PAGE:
Sunday, August 31, 2014

Do you have the patience, discipline and nerve to follow trends?

Why does trend following have such a devoted niche following? One reason is that becoming a successful trend follower requires a real commitment and discipline. It is relatively simple to create such a system, but it can be hard to adhere to the rules (at least in the beginning), and to develop the required mindset to follow the system during periods of poor or non-performance. Traders who are able to work their way through these issues, create a loyal core of practitioners. From there, if needed, come a small number of refinements that can personalise or tailor the approach further to your own preferences or requirements.

When a system such as a trend following has risk control as part of its core components, it is worth taking a closer look at. Trend following has the best of both worlds in that it is an absolute returns approach, but with risk management a key ingredient of its success.

One area however that can put people off trend following is the level of drawdowns that can occur. This normally arises from a bunch of losing trades during volatile and/or non-trending markets. There are different ways you can try and minimise these drawdowns.

In the case of my own approach, volatility is a key component of helping to decide which trades to take, as well as interpreting the overall market conditions. This is then used to help determine my overall exposure to the market. By referring to my cash equity curve or R curve here, you can see how the drawdowns have been contained as far as possible. But by the same token, once I am in profitable trades I do not restrict my profits in any way by using price targets.

It is quite possible that the markets in general may be in a favourable state for trend following only 2-3 times per year - sometimes more, sometimes less. However, no-one can predict when these conditions will change, and how long they will last for. Hence, why both overall portfolio heat and individual trade risk are inherent components of a trend following strategy.

I know of traders (including some who I have mentored) who have seemingly struggled for months, making small losses and small profits, making little or no headway. However, all the while they are learning and developing the necessary risk control, patience, discipline and mindset to follow trends. Then, one day, the markets start to trend. With only a few positions open, some of these trades start to develop decent price trends. In a short period of time, significant returns can be made, not only covering all the previous small losses, but also generating an overall profit. See here for a real-life example.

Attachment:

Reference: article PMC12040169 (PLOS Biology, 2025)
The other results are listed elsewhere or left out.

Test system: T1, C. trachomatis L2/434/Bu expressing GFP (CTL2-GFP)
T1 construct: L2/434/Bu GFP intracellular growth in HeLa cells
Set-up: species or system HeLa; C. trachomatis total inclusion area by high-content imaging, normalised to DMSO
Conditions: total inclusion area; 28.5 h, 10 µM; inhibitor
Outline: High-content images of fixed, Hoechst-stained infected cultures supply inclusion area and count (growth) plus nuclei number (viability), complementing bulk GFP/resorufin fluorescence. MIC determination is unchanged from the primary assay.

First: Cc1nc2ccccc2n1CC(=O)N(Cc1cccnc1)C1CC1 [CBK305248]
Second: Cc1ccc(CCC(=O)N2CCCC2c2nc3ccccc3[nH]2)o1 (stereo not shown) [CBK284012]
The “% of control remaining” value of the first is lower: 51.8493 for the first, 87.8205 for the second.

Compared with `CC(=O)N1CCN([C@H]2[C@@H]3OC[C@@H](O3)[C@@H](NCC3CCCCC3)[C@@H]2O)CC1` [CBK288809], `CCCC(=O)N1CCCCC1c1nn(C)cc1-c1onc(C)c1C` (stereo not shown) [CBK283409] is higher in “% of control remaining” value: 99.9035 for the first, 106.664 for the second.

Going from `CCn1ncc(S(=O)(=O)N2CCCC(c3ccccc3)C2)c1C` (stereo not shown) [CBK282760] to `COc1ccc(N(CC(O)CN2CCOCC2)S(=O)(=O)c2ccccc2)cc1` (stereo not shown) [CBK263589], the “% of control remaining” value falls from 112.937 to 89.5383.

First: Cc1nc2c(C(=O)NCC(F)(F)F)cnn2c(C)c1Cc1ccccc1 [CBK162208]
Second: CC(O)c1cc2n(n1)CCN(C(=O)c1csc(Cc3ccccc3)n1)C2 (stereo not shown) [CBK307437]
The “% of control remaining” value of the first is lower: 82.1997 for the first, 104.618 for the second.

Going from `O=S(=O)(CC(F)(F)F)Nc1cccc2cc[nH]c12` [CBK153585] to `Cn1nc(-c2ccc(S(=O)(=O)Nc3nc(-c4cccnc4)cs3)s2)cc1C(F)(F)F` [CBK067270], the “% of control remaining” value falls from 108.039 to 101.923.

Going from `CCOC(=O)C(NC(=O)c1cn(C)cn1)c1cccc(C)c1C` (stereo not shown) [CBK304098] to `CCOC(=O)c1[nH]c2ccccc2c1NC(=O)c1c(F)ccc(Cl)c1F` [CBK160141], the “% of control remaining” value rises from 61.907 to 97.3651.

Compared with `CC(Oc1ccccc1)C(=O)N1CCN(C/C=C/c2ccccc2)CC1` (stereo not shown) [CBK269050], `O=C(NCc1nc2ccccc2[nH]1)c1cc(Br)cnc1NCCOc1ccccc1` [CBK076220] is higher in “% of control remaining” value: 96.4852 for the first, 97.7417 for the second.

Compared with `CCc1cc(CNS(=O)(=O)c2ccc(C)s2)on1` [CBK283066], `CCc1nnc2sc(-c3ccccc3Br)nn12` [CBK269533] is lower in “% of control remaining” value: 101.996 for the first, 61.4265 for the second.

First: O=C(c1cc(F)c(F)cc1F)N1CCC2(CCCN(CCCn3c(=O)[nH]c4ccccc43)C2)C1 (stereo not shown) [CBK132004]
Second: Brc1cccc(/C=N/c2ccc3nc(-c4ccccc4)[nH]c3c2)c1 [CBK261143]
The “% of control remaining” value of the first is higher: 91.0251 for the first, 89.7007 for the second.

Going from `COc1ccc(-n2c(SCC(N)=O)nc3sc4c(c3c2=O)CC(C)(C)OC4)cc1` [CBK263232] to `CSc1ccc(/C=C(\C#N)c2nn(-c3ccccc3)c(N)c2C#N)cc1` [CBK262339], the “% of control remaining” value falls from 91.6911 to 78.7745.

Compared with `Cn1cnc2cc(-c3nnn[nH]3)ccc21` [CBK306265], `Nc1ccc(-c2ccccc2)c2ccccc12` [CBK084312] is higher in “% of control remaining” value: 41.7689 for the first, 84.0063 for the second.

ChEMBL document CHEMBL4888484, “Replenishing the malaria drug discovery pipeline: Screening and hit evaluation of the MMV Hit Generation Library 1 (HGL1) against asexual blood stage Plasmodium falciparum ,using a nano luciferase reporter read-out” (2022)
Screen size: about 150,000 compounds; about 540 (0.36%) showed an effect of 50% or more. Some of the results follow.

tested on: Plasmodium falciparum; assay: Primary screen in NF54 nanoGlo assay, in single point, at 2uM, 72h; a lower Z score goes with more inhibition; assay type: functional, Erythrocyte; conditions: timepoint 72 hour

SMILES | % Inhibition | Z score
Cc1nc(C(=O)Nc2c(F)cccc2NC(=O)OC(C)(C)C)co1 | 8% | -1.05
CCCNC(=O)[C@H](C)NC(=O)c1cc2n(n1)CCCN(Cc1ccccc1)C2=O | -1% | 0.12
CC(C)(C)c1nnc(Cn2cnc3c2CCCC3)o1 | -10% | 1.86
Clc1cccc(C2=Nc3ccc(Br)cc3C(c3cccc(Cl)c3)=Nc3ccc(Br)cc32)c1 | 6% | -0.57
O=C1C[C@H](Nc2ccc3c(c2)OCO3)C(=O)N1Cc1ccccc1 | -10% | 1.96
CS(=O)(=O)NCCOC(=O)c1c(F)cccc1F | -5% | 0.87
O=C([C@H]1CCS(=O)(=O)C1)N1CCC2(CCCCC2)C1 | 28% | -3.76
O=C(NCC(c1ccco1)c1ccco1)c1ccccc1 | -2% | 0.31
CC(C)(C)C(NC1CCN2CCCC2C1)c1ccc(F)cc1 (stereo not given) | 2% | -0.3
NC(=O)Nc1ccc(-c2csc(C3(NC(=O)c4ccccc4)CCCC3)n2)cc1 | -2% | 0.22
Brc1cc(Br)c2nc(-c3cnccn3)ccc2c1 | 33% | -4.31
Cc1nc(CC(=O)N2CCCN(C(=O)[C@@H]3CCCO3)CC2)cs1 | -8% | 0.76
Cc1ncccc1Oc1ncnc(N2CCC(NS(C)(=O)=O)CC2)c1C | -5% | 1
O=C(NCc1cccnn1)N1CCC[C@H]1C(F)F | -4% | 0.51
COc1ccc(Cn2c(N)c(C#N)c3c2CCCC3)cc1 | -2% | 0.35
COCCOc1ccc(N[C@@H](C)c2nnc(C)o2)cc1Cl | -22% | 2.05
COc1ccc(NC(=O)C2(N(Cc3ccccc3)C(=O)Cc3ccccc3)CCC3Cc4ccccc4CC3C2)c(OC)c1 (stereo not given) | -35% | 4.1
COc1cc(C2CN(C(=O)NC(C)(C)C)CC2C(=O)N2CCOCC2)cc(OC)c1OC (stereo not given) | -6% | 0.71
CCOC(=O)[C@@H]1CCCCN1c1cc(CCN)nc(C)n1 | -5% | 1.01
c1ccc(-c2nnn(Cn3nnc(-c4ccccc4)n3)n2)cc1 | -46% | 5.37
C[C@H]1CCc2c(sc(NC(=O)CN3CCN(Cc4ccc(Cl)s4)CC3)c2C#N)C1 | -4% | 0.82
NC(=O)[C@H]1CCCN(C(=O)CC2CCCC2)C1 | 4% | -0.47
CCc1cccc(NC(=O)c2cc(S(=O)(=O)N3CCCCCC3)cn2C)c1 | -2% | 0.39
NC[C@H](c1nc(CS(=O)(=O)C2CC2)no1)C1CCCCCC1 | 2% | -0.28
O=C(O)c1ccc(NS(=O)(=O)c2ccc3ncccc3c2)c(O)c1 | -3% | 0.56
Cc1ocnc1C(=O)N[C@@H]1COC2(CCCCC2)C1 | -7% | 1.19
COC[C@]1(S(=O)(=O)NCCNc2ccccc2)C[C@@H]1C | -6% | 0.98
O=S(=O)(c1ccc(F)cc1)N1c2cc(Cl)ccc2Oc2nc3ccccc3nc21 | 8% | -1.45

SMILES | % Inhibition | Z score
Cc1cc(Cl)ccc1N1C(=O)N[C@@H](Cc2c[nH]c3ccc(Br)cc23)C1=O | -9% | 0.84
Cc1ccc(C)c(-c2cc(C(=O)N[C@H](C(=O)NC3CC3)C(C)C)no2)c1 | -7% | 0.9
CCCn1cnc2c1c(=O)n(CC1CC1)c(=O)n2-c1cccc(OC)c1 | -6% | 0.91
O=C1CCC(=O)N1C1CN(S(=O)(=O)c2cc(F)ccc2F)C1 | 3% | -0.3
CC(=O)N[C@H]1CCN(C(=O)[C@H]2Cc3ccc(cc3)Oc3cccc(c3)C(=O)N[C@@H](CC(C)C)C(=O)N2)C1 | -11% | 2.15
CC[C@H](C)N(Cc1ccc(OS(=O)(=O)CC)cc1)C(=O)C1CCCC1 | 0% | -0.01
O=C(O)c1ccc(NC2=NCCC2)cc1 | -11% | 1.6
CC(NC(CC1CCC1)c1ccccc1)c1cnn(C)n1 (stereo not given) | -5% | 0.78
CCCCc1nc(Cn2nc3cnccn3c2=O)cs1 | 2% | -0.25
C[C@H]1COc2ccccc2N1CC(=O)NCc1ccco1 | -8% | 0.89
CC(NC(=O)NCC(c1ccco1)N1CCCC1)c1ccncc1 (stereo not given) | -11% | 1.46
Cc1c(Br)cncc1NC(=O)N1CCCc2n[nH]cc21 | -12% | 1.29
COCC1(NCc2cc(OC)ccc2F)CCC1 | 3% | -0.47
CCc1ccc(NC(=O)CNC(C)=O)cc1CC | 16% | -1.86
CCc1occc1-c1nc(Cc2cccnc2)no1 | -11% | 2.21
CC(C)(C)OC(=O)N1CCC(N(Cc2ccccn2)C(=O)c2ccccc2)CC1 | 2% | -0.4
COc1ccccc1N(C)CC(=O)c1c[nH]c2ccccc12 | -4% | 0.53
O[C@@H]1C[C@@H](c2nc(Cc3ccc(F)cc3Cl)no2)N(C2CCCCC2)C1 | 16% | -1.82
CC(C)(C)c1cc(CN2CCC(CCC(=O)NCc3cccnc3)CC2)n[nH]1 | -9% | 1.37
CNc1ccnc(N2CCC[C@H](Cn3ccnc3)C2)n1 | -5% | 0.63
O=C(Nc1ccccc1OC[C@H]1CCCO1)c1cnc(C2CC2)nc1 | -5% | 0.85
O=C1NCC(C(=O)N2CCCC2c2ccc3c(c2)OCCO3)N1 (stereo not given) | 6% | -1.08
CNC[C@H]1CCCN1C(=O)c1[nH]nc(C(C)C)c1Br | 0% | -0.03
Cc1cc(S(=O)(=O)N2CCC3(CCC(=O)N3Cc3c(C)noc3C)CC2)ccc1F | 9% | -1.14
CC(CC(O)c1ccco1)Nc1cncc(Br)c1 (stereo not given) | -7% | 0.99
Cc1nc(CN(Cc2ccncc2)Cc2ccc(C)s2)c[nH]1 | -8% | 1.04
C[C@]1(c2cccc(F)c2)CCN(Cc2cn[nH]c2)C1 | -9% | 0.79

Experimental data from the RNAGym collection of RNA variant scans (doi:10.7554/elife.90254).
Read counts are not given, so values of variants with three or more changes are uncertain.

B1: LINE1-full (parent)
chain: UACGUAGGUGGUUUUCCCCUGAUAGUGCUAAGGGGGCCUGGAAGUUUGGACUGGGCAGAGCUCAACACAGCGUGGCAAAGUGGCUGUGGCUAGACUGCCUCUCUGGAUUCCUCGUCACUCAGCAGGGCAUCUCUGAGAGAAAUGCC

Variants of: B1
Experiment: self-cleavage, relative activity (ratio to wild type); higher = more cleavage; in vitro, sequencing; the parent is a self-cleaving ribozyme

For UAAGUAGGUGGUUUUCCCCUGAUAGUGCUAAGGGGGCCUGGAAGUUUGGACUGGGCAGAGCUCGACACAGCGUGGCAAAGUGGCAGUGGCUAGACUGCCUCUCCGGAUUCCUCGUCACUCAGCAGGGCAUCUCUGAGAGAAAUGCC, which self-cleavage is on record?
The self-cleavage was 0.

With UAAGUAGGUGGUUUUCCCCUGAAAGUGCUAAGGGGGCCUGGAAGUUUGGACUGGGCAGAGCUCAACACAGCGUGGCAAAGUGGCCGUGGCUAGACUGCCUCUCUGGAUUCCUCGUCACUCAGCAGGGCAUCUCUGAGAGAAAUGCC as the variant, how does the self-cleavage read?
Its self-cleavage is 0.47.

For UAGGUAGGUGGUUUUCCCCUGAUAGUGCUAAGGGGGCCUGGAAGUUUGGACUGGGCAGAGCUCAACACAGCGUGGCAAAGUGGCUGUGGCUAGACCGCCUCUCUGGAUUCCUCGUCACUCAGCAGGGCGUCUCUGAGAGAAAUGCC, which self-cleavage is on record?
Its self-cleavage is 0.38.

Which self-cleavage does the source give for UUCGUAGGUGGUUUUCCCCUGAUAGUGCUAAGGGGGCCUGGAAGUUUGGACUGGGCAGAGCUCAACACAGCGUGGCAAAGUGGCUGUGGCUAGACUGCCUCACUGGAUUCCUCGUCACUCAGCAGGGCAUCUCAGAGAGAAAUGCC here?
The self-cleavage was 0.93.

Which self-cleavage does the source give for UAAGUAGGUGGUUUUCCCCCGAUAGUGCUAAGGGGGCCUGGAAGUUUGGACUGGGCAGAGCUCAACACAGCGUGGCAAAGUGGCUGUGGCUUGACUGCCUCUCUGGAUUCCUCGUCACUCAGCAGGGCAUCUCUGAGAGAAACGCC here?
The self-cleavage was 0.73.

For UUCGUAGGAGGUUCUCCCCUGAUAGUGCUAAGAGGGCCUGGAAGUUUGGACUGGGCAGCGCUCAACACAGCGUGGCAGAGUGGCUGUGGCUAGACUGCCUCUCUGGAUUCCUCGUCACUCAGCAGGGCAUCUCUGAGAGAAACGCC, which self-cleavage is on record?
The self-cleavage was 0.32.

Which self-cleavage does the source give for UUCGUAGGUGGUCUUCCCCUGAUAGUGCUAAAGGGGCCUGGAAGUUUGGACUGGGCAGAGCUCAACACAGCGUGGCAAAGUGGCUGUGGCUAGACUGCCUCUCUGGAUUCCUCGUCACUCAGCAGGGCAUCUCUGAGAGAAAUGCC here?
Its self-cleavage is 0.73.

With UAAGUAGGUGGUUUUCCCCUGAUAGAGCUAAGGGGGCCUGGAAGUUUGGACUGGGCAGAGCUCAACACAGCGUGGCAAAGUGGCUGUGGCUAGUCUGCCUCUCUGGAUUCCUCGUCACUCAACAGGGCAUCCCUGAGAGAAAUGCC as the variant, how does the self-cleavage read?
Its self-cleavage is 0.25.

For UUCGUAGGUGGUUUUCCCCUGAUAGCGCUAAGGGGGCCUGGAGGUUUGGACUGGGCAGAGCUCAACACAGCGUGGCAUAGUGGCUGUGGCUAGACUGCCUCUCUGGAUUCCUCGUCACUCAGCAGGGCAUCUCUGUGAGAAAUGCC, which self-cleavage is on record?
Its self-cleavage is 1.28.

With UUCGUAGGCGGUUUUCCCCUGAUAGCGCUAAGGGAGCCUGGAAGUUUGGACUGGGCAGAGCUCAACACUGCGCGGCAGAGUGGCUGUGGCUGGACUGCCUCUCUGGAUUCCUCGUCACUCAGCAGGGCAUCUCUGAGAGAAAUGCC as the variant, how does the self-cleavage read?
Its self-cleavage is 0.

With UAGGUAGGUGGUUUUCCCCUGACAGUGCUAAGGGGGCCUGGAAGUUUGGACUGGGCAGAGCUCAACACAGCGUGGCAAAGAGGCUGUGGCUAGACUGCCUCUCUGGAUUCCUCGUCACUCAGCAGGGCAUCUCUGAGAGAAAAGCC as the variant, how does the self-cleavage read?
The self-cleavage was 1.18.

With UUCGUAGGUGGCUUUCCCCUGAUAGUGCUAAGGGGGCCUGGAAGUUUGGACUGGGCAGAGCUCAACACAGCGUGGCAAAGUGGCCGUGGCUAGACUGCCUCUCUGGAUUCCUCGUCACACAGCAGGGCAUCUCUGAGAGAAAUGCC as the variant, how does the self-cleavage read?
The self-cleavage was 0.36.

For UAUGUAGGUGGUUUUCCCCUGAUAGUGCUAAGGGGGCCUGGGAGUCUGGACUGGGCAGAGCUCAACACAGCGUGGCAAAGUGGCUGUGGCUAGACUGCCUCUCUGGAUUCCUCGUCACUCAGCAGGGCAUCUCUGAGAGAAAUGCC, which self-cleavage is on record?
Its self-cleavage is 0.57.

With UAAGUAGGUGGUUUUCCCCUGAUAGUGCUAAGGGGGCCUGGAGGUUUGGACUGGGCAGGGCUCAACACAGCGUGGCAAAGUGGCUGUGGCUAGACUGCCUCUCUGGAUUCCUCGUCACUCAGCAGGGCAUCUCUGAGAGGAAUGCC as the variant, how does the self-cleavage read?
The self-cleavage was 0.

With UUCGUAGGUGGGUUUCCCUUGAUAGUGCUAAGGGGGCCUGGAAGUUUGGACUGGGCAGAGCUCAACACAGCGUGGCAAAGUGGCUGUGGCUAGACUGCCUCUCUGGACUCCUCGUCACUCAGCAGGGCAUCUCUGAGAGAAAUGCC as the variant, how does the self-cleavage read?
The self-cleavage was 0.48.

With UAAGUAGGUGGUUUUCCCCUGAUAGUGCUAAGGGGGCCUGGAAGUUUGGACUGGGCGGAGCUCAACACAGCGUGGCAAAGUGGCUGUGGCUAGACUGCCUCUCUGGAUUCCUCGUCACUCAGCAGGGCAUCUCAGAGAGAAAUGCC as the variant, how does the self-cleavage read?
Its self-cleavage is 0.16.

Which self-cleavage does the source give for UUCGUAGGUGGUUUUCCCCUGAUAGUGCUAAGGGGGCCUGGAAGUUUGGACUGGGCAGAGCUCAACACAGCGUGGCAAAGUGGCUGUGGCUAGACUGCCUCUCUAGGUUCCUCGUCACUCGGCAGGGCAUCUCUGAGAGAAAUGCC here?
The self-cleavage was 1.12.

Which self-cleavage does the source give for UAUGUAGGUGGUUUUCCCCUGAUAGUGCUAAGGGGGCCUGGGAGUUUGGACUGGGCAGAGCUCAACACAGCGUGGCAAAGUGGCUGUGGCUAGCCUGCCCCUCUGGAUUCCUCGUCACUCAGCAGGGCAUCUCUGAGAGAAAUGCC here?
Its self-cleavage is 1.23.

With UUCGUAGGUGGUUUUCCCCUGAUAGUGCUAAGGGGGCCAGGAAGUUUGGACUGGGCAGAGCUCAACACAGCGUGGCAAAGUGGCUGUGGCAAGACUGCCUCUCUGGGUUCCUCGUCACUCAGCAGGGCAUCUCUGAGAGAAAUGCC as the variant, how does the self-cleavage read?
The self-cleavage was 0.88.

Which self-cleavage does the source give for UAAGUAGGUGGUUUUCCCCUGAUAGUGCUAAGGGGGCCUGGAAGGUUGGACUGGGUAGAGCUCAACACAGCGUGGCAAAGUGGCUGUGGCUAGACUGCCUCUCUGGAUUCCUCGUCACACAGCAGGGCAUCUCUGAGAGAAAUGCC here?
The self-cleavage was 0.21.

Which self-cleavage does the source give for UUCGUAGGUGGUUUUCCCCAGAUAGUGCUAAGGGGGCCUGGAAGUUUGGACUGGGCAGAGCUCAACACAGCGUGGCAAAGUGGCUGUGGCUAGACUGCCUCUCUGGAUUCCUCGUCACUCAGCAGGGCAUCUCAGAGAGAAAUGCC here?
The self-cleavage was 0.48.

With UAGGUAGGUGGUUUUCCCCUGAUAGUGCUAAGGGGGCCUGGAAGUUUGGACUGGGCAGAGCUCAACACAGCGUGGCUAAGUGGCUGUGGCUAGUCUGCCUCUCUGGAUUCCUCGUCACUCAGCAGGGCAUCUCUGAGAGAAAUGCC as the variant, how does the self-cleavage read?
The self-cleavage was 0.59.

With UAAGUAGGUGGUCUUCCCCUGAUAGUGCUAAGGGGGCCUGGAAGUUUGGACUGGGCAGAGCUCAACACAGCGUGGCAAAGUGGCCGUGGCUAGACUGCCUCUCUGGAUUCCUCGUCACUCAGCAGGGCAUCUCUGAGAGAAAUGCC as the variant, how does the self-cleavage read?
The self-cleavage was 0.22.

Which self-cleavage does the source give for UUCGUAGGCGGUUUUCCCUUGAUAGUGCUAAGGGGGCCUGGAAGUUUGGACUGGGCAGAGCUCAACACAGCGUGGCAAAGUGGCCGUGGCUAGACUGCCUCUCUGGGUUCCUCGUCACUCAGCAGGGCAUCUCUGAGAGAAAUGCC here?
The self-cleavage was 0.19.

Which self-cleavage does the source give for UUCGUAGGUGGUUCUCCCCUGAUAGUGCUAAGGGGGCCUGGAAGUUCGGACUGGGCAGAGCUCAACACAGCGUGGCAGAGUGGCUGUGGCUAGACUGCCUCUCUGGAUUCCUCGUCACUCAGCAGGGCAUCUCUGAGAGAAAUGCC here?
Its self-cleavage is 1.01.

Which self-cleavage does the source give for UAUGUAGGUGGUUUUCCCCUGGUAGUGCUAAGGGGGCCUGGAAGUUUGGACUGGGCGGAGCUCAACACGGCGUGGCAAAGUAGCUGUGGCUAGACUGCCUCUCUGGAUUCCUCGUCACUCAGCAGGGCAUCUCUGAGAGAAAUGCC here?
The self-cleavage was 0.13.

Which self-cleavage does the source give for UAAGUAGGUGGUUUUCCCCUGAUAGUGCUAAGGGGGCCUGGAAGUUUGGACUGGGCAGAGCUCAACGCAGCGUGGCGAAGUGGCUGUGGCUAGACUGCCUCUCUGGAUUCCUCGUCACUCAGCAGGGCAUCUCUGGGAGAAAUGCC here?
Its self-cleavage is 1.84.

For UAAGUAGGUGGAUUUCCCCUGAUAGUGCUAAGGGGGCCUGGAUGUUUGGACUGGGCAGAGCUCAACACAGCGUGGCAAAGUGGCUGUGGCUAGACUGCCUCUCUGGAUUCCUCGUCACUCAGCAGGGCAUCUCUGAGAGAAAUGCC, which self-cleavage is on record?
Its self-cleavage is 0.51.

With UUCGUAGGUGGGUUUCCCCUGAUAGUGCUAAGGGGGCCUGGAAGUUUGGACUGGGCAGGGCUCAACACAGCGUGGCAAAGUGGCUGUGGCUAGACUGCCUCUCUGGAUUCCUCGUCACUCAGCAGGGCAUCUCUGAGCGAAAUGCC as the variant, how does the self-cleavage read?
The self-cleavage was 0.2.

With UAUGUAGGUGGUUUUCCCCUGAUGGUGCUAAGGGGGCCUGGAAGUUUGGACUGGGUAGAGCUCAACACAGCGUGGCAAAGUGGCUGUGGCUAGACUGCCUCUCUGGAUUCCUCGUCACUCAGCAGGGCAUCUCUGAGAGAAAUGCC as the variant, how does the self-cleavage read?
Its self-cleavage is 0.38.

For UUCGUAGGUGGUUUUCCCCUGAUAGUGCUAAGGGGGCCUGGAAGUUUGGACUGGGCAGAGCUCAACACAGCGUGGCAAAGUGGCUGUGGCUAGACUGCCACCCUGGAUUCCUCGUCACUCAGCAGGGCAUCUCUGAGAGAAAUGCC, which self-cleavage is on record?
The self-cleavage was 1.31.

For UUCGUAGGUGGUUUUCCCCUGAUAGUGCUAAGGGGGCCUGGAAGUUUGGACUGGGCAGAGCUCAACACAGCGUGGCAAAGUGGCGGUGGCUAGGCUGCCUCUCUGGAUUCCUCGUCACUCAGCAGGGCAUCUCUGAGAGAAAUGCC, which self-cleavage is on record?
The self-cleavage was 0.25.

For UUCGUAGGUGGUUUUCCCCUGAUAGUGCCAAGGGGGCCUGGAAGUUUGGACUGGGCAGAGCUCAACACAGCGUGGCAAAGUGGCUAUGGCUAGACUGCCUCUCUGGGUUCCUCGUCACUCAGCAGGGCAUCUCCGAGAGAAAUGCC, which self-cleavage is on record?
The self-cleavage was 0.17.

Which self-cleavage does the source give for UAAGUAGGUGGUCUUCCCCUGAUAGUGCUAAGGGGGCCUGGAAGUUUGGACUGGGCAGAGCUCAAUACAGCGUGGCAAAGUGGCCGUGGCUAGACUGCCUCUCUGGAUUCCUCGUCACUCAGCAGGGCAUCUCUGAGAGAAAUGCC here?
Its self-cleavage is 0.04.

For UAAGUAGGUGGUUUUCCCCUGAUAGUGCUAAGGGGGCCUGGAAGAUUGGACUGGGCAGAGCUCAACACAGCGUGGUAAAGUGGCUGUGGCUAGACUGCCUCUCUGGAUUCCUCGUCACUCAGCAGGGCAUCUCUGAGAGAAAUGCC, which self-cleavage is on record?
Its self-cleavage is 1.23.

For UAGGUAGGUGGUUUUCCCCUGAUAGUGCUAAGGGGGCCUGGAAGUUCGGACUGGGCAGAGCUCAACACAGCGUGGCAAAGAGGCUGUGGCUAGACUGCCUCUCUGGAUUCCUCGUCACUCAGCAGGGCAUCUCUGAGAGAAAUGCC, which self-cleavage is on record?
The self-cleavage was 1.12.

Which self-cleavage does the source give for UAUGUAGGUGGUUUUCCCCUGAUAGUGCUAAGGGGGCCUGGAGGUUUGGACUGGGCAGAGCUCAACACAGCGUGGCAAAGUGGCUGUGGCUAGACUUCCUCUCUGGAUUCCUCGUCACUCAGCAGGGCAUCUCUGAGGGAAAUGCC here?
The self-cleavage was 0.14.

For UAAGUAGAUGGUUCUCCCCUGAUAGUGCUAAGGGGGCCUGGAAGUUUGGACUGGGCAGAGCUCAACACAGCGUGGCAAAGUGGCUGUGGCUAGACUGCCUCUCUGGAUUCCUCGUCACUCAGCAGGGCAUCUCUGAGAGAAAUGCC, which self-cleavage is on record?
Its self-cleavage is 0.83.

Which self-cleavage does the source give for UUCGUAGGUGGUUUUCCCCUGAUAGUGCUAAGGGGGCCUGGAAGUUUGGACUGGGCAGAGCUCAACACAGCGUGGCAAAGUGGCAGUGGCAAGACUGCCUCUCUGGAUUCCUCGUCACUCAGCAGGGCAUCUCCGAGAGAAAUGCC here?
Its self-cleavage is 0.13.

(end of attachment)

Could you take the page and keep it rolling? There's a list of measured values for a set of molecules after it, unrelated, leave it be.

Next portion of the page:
That is the nature of trend following. There are periods where it can be painful - of that there is no doubt. And that is when most traders who are not truly committed to trend following fall by the wayside. But, when major trends do occur such as in 1999, 2000, 2007-8, 2009-10, and early 2013, that is where a trend follower can see huge increases in their overall returns. If you go back and look at individual stock charts in those periods, you will see that the vast majority will be moving in the same direction as the major market indices. Only the amplitude will be different.

And don't think that its necessarily the underlying fundamentals of a company that will be the catalyst for any move up or down.

Back in 1999, most companies had no earnings at all! So, if you were trading or investing using fundamental analysis as part of your overall strategy, you probably would have missed all that opportunity on the upside.

The same thing happened in 2008, but on the downside. Even the strongest companies on a fundamental basis saw their stock price driven down by the general market downtrend.

"They say you never grow poor taking profits. No, you don't. But neither do you grow rich taking a four-point profit in a bull market. You might lose your position and with it the certainty of a big killing. It is the big swing that makes the big money for you." - Jesse Livermore

Fundamental to this is having the discipline and patience once you find yourself in some profitable trades to let them play themselves out. While you want to limit your downside at all times (by using good risk control and adhering to your stops), you do not want to limit the upside in your account. You have to let those profits run until such time that an exit signal is given. Given that the typical win rate using a trend following approach is less than 50%, then this is an imperative part of achieving the overall results you want and desire.

So what of the future? Well, below is a chart of the FTSE on the weekly timeframe, which I have posted several times now. This clearly show that there has been no trend in this index basically since May 2013. The Volatility Factor indicator I use shows an extremely low reading, highlighting the dramatic compression in price.

Is this part of a topping out process or a major consolidation before continuing to the upside - who knows? What we do know is that markets oscillate between trending and non-trending phases. When a new trend is signalled, then there will be an expansion of volatility in the direction of the new trend.  And whether it breaks out to the upside or the downside, we will be ready.


  1. shall i hang in during drawdowns or just close my positions?

  2. Hi Tola, if you want to drop me an email (address on the sidebar) giving a bit more info I will be able to advise better.